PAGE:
The delegates that YOU choose in this election will be attending two multiple day summits here at CCP headquarters in Reykjavík, Iceland, and will have open and direct access to the developers and work to improve and expand EVE Online throughout the year alongside the EVE Development team.
This means that your votes count and can be the deciding factor in which feature proposals, concerns, ideas and feedback items are brought to the development team for action.
Voting in the CSM elections allows you to select the candidate that best suits your playstyle and helps ensure that you get the best representation possible during communications with CCP.
Like any good political election, the candidates are varied and represent the wide spectrum of interests that EVE players have, so you should be able to find several that mirror your own EVE experiences.

Tuesday, February 24, 2015

The Nosy Gamer Endorsements For CSM X

"Someone who knows players and can work with people without dissolving into crazy sauce is important."
Sugar Kyle, CSM 9 delegate

Finally.  After months of coverage, the election for EVE Online's 10th Council of Stellar Management begins tomorrow.  After creating a Google site that contains as much candidate information as I could muster and appearing on 7 candidate analysis shows with the Cap Stable crew, I only have one final thing to do.  That's right, give my recommendations on who to vote for.

Before I begin, I just want to state something.  First, thanks to all the candidates, especially the ones who did the Cap Stable interviews and/or filled out the Just For Crits survey/interview.  I know that in my role as a talking head I threw some grenades around, but it's easy for the talking heads to do that.  Running for office is a much harder task, and with only one voice interview taking place, the pressure was on.  Very few of the people running are professional talkers.  I know sometimes I had problems getting my sentences out.  Trying to do it under pressure?  Thanks for making the effort and getting out there in front of the voting public.

Next, my list is basically for those outside of null sec.  The null sec powers have their lists and their organization and will most likely win 6-9 seats.  My list is to help decide the remaining seats.  For example, recommending for people in Empire space or wormholes to vote for Sion Kumitomo is a waste of a vote.  As the top candidate on the Goonswarm Federation ballot, he is one of the few locks in this election.  So don't expect to see any null sec candidates on my list.  With that disclaimer out of the way, let's begin.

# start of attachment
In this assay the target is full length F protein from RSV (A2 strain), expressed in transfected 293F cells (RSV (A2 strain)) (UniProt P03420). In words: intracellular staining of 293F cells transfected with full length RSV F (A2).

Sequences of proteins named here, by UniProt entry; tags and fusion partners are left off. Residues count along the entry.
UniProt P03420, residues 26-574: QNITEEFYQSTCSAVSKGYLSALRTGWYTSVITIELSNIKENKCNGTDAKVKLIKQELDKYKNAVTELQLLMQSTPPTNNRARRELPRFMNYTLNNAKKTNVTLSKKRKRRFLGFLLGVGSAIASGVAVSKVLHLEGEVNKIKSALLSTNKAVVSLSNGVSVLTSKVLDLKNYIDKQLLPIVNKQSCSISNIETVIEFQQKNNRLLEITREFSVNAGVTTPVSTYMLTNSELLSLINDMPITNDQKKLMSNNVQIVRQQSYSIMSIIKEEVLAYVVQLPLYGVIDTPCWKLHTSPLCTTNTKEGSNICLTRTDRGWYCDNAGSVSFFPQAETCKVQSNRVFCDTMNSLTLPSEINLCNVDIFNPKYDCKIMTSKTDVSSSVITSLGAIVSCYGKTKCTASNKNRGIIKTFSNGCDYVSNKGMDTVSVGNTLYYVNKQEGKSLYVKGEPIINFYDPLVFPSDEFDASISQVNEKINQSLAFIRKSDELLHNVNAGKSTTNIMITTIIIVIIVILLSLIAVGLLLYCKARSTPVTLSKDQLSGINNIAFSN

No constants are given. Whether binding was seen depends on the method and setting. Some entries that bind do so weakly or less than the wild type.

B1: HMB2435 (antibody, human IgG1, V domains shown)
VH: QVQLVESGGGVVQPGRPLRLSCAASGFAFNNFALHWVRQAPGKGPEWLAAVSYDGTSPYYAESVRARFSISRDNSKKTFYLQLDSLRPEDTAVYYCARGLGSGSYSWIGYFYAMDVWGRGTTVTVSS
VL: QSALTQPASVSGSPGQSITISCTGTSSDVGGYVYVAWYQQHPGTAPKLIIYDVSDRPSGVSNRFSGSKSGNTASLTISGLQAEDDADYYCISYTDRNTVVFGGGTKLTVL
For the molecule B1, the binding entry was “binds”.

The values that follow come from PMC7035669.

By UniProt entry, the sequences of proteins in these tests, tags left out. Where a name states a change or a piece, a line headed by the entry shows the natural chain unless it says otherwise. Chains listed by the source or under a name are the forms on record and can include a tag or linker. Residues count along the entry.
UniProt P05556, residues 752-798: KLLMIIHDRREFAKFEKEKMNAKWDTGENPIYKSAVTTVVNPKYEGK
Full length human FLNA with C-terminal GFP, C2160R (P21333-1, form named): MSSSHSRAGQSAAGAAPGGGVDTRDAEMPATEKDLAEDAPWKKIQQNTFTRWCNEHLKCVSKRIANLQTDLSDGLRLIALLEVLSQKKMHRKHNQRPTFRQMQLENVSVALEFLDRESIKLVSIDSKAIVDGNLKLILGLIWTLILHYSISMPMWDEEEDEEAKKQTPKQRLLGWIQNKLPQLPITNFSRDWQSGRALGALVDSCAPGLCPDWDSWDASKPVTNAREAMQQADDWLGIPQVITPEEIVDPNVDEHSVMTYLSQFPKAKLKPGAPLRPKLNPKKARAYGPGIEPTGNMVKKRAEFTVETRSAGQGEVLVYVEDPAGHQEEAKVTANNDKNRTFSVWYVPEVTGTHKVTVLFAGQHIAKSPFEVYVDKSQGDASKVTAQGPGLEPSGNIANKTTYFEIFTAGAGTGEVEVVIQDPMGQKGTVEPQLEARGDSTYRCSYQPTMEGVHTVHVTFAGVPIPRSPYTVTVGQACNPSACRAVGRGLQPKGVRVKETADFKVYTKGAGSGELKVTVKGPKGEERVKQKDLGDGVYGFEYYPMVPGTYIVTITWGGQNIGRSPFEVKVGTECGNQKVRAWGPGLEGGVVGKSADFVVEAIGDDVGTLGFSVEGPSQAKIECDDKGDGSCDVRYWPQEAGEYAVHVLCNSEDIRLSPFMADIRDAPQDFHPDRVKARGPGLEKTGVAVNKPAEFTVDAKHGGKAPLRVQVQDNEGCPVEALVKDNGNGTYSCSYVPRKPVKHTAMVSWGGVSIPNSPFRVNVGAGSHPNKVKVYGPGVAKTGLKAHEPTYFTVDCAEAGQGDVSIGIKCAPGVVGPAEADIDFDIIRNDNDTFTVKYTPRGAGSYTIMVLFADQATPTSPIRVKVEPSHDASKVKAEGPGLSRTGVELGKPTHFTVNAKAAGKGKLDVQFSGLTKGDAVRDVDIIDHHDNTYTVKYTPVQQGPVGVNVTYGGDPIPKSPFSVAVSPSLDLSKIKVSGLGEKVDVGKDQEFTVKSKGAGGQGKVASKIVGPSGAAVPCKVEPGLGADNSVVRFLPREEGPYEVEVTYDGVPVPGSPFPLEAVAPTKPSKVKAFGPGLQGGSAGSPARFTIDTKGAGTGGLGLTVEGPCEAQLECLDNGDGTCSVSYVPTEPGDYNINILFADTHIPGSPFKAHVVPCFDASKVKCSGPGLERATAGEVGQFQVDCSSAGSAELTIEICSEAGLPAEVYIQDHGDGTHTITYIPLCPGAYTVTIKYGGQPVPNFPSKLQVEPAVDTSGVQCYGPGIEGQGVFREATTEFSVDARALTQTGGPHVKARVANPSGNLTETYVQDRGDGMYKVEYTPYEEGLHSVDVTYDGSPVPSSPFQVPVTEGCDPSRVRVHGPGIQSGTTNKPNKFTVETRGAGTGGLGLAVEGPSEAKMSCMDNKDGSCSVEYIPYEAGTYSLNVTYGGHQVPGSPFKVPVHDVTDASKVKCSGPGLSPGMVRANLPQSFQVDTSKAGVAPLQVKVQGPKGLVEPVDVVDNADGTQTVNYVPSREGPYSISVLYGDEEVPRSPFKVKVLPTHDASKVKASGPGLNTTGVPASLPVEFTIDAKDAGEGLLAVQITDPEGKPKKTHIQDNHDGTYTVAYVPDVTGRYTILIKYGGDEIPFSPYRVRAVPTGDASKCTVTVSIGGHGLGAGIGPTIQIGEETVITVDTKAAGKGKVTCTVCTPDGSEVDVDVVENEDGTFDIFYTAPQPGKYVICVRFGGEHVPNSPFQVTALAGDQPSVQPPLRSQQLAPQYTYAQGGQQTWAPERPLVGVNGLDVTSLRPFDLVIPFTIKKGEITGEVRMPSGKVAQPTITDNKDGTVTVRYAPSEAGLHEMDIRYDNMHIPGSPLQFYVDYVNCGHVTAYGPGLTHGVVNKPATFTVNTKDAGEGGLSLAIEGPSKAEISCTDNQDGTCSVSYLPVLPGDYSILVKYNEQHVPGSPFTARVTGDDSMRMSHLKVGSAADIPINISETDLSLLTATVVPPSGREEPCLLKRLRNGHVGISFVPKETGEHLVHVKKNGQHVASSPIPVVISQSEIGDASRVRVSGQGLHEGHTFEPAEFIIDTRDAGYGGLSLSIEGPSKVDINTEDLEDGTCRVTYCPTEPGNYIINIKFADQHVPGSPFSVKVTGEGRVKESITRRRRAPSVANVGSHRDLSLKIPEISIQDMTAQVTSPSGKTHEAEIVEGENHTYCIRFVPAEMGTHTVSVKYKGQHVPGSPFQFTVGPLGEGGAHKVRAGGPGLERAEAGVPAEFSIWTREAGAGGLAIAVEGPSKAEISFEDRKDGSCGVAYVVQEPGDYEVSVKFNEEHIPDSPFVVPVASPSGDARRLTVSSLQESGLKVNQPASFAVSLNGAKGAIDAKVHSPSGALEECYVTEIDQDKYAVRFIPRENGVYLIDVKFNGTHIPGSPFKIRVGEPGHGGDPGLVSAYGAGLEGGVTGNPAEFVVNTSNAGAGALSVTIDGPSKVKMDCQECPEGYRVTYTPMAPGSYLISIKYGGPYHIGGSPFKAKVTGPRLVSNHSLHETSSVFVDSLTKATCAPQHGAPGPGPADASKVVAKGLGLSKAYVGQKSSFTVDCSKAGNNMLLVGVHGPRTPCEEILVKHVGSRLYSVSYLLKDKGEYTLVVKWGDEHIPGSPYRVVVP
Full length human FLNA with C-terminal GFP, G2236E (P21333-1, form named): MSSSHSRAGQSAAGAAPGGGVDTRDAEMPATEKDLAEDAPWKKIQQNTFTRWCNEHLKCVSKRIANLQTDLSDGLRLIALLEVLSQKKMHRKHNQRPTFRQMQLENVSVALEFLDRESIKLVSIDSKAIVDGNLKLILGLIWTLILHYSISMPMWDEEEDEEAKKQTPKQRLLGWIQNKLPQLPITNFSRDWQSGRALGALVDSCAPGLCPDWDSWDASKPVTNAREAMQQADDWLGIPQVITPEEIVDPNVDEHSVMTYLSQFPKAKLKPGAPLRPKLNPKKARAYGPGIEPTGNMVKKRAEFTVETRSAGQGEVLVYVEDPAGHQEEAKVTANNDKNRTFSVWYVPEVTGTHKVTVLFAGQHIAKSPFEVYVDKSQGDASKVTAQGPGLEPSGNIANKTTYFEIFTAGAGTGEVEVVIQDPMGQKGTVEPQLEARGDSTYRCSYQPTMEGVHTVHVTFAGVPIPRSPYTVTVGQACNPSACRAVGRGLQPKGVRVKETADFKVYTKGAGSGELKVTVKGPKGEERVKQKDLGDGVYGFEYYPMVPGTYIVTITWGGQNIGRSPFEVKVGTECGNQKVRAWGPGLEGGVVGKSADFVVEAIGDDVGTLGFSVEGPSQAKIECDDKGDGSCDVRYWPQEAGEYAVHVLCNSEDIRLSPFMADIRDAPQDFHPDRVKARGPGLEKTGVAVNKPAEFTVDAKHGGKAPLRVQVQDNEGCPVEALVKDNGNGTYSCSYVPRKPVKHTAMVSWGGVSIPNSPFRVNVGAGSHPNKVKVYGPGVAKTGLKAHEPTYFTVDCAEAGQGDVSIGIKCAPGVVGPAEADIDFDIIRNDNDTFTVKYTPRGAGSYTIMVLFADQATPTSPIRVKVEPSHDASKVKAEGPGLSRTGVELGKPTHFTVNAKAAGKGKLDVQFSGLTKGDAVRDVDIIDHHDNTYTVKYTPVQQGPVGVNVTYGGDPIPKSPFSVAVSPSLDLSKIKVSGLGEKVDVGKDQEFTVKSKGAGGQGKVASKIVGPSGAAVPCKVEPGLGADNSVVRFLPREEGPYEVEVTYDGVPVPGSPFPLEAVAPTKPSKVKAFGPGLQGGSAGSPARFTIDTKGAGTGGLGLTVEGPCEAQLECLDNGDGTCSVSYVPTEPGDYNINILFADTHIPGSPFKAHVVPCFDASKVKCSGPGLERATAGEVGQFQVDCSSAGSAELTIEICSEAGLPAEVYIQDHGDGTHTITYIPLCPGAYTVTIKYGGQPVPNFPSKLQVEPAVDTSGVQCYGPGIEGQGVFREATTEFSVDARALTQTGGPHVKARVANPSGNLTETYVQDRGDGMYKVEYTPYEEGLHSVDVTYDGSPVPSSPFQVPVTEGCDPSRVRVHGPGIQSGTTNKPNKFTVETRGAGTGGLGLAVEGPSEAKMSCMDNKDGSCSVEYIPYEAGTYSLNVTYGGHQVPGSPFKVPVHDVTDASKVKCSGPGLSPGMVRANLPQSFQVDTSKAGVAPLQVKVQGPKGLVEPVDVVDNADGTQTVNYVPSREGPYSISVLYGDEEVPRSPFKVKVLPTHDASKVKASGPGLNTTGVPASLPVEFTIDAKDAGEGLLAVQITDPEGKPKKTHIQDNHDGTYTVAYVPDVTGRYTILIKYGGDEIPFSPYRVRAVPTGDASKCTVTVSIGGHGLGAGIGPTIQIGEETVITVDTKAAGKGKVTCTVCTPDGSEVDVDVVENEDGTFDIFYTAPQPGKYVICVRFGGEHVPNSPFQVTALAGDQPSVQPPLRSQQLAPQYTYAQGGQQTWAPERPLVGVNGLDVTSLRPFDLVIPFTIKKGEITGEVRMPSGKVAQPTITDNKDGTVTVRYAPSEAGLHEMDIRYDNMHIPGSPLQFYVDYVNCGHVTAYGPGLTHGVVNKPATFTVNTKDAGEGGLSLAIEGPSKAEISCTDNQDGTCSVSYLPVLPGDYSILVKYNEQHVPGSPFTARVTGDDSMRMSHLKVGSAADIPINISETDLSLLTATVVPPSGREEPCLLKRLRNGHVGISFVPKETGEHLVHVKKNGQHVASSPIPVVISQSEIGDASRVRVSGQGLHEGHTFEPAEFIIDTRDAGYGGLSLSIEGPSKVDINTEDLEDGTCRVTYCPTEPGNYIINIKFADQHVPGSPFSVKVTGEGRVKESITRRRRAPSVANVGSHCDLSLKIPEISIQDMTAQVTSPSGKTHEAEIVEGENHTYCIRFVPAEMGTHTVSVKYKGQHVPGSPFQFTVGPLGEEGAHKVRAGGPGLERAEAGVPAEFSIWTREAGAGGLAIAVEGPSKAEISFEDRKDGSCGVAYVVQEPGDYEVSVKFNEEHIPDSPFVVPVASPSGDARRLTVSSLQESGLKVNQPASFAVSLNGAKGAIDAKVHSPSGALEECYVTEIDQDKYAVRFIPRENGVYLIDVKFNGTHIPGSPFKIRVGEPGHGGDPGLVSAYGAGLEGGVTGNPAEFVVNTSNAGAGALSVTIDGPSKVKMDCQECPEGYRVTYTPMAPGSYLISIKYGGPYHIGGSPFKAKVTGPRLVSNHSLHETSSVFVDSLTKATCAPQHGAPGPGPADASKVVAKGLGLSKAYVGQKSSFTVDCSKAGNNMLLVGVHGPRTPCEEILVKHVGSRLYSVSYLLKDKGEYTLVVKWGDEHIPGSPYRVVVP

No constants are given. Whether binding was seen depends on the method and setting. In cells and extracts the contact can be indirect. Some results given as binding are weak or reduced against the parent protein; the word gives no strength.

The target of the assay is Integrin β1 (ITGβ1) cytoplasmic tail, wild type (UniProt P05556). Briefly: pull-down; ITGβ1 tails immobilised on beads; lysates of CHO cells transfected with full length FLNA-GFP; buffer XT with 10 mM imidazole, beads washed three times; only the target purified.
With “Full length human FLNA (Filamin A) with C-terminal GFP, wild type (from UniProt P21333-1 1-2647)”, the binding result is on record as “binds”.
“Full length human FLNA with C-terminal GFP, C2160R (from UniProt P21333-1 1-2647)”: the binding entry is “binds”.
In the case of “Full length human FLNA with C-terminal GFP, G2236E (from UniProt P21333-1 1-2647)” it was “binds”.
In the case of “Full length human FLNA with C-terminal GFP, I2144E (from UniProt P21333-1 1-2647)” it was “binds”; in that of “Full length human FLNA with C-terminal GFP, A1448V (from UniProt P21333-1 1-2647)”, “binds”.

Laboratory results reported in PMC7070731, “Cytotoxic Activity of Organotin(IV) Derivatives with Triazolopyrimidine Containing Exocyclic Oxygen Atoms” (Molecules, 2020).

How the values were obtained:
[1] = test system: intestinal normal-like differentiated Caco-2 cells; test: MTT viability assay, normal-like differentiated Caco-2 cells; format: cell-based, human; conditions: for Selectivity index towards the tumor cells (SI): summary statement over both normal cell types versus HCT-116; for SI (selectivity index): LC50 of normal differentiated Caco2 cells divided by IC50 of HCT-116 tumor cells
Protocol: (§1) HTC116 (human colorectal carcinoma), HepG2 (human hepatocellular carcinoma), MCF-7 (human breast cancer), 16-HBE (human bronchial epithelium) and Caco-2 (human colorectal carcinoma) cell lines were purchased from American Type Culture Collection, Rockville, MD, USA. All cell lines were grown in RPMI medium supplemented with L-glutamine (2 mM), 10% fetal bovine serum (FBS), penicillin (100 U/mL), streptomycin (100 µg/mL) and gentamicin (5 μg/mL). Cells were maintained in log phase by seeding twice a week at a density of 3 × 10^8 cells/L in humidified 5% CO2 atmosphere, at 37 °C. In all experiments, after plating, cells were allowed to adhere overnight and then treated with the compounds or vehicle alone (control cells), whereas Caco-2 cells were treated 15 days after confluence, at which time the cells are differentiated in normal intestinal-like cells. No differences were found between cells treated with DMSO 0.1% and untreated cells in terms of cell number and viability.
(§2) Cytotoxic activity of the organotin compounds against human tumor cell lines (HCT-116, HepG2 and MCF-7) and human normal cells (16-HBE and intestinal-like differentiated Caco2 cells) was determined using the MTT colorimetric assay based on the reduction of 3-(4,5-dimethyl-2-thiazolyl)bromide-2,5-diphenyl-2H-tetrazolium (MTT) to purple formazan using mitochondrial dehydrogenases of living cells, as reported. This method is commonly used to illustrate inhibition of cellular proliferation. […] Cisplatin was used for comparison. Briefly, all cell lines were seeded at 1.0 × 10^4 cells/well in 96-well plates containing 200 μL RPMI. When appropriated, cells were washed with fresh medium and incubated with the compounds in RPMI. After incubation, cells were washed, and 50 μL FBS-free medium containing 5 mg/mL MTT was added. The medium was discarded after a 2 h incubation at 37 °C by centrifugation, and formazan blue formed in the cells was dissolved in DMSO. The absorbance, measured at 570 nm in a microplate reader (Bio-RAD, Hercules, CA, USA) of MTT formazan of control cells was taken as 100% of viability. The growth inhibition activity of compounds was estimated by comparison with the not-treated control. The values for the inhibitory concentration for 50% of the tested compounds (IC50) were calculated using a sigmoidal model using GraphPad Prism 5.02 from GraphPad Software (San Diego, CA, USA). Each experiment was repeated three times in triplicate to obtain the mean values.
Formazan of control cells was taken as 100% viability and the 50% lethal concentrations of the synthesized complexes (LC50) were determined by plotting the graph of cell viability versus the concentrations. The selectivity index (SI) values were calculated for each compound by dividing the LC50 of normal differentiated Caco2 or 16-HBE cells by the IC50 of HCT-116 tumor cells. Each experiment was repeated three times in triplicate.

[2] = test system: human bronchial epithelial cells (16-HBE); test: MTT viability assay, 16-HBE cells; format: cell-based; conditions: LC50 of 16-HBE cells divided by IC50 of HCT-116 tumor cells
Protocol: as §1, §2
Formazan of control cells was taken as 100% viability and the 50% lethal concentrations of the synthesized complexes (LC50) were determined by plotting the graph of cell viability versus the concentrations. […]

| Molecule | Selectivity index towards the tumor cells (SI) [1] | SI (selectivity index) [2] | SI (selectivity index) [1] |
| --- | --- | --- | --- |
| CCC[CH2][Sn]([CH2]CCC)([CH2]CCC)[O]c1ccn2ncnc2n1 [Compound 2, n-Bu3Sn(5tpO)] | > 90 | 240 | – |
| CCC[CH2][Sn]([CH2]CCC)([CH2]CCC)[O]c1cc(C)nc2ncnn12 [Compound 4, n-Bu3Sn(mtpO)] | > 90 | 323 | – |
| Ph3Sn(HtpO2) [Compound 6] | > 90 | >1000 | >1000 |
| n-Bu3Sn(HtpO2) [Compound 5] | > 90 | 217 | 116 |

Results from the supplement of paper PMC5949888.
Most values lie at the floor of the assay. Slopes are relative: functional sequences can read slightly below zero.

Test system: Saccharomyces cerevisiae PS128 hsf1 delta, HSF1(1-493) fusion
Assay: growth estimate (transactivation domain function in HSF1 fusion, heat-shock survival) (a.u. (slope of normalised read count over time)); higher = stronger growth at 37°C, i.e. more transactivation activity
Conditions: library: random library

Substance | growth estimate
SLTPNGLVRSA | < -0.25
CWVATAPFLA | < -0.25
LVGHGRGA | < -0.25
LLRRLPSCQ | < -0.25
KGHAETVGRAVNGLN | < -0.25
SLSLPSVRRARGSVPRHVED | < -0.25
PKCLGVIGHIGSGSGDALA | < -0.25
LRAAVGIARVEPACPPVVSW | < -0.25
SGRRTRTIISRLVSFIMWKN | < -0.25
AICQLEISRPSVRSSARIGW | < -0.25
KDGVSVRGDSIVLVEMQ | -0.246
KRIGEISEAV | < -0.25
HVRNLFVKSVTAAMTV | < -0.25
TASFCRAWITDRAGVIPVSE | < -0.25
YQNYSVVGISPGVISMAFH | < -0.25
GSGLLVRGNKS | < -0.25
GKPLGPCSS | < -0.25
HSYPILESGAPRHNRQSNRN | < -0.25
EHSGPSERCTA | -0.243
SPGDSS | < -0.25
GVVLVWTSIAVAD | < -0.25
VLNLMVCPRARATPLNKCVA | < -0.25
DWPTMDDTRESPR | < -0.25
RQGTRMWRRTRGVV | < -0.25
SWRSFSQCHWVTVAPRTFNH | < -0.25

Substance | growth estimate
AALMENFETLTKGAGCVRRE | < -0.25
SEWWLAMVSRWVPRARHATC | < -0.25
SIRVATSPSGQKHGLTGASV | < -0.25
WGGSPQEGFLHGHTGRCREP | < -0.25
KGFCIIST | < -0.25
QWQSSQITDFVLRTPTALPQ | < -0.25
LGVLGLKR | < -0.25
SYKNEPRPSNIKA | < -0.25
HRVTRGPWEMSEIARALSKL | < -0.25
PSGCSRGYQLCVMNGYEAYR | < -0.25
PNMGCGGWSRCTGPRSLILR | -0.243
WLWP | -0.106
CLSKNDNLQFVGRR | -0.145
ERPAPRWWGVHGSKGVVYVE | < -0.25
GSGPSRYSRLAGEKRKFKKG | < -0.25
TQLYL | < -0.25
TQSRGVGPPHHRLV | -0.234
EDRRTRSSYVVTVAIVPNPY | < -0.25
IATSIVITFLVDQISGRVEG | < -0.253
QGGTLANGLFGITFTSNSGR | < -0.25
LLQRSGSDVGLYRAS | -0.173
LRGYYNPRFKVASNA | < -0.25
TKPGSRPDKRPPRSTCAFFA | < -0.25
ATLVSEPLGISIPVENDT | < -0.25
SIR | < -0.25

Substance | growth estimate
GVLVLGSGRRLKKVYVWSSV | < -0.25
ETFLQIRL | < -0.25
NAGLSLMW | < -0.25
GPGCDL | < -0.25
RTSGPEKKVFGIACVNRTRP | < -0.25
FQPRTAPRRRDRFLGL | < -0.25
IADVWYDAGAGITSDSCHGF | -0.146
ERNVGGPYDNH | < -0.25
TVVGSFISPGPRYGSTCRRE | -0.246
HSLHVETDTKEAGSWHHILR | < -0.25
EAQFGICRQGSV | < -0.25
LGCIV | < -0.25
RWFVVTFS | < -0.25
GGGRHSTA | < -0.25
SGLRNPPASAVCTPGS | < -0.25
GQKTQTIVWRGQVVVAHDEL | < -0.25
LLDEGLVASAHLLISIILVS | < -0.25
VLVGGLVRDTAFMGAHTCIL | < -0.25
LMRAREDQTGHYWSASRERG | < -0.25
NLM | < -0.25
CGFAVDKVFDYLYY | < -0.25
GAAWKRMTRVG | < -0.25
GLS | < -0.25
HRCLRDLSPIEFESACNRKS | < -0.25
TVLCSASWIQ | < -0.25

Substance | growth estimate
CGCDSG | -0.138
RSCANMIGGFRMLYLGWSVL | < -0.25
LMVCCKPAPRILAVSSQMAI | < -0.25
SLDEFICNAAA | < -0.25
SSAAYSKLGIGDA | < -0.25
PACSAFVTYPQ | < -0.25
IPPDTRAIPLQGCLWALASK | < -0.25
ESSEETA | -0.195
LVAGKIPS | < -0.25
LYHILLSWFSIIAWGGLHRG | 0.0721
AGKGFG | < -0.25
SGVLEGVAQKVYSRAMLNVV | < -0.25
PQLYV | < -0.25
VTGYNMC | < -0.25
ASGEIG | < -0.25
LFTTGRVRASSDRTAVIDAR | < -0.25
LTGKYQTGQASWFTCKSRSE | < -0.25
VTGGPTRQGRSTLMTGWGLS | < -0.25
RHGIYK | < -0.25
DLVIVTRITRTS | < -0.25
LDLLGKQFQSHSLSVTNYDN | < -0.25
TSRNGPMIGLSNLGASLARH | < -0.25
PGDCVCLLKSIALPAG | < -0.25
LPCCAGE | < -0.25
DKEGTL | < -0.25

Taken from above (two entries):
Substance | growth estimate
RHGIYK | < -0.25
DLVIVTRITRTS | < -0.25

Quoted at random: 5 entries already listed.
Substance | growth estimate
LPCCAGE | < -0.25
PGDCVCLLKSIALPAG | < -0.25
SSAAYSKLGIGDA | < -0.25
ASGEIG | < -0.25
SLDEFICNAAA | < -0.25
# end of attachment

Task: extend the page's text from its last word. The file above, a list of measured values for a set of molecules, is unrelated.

1.  Sugar Kyle.  Sugar Kyle tops my recommended list for the second year in a row.  I'd seen her in action at Fanfest in 2013 and knew that the devs would not intimidate her.  I also knew that she could make a calm, reasoned argument, and eventually the change she proposed made its way into the game.  Not bad for just a player attending Fanfest.

I highly recommend her for reelection, as she is acknowledged as one of, if not the, hardest workers on CSM 9.  She is also the top low sec candidate, who during her term also managed to move from a small alliance in the backwater region of Molden Heath to Snuff Box.  In addition to moving her low sec market, she became a capital manufacturer, thus expanding on her knowledge of the game.  With that type of in-game growth in addition to her heavy workload and massive binders she always seems to carry around filled with player input to give to the devs, and the constant flow of information she posts on her blog, I can feel confident that I'm voting for a candidate who will perform in CSM X.

2.  Mike Azariah.  Every time a CSM election rolls around, two things happen.  One, Mike Azariah runs.  The other?  I endorse him.  For the 6th year in a row, I am endorsing Mike for a seat on the CSM.  Despite a good performance over the past year, I questioned whether I should endorse him.  After the Trebor Daehdoow experience of having someone server four terms, do I really want someone else to serve even three?

After looking at the other candidates, I did not see anyone else running that would serve the incursion and high sec carebear communities nearly as well as Mike.  So I'm recommending that everyone vote for Mike one more time so we can enjoy another year of repeated podcast and internet radio hotdrops and forum posts as he does his patented job of community outreach, with the seemingly mandatory goodie for the incursion community.  I'm sure the techs in Iceland dread dealing with his ever present technical gremlins, though.  But this is that last time, Mike.  You hear me?  The last time!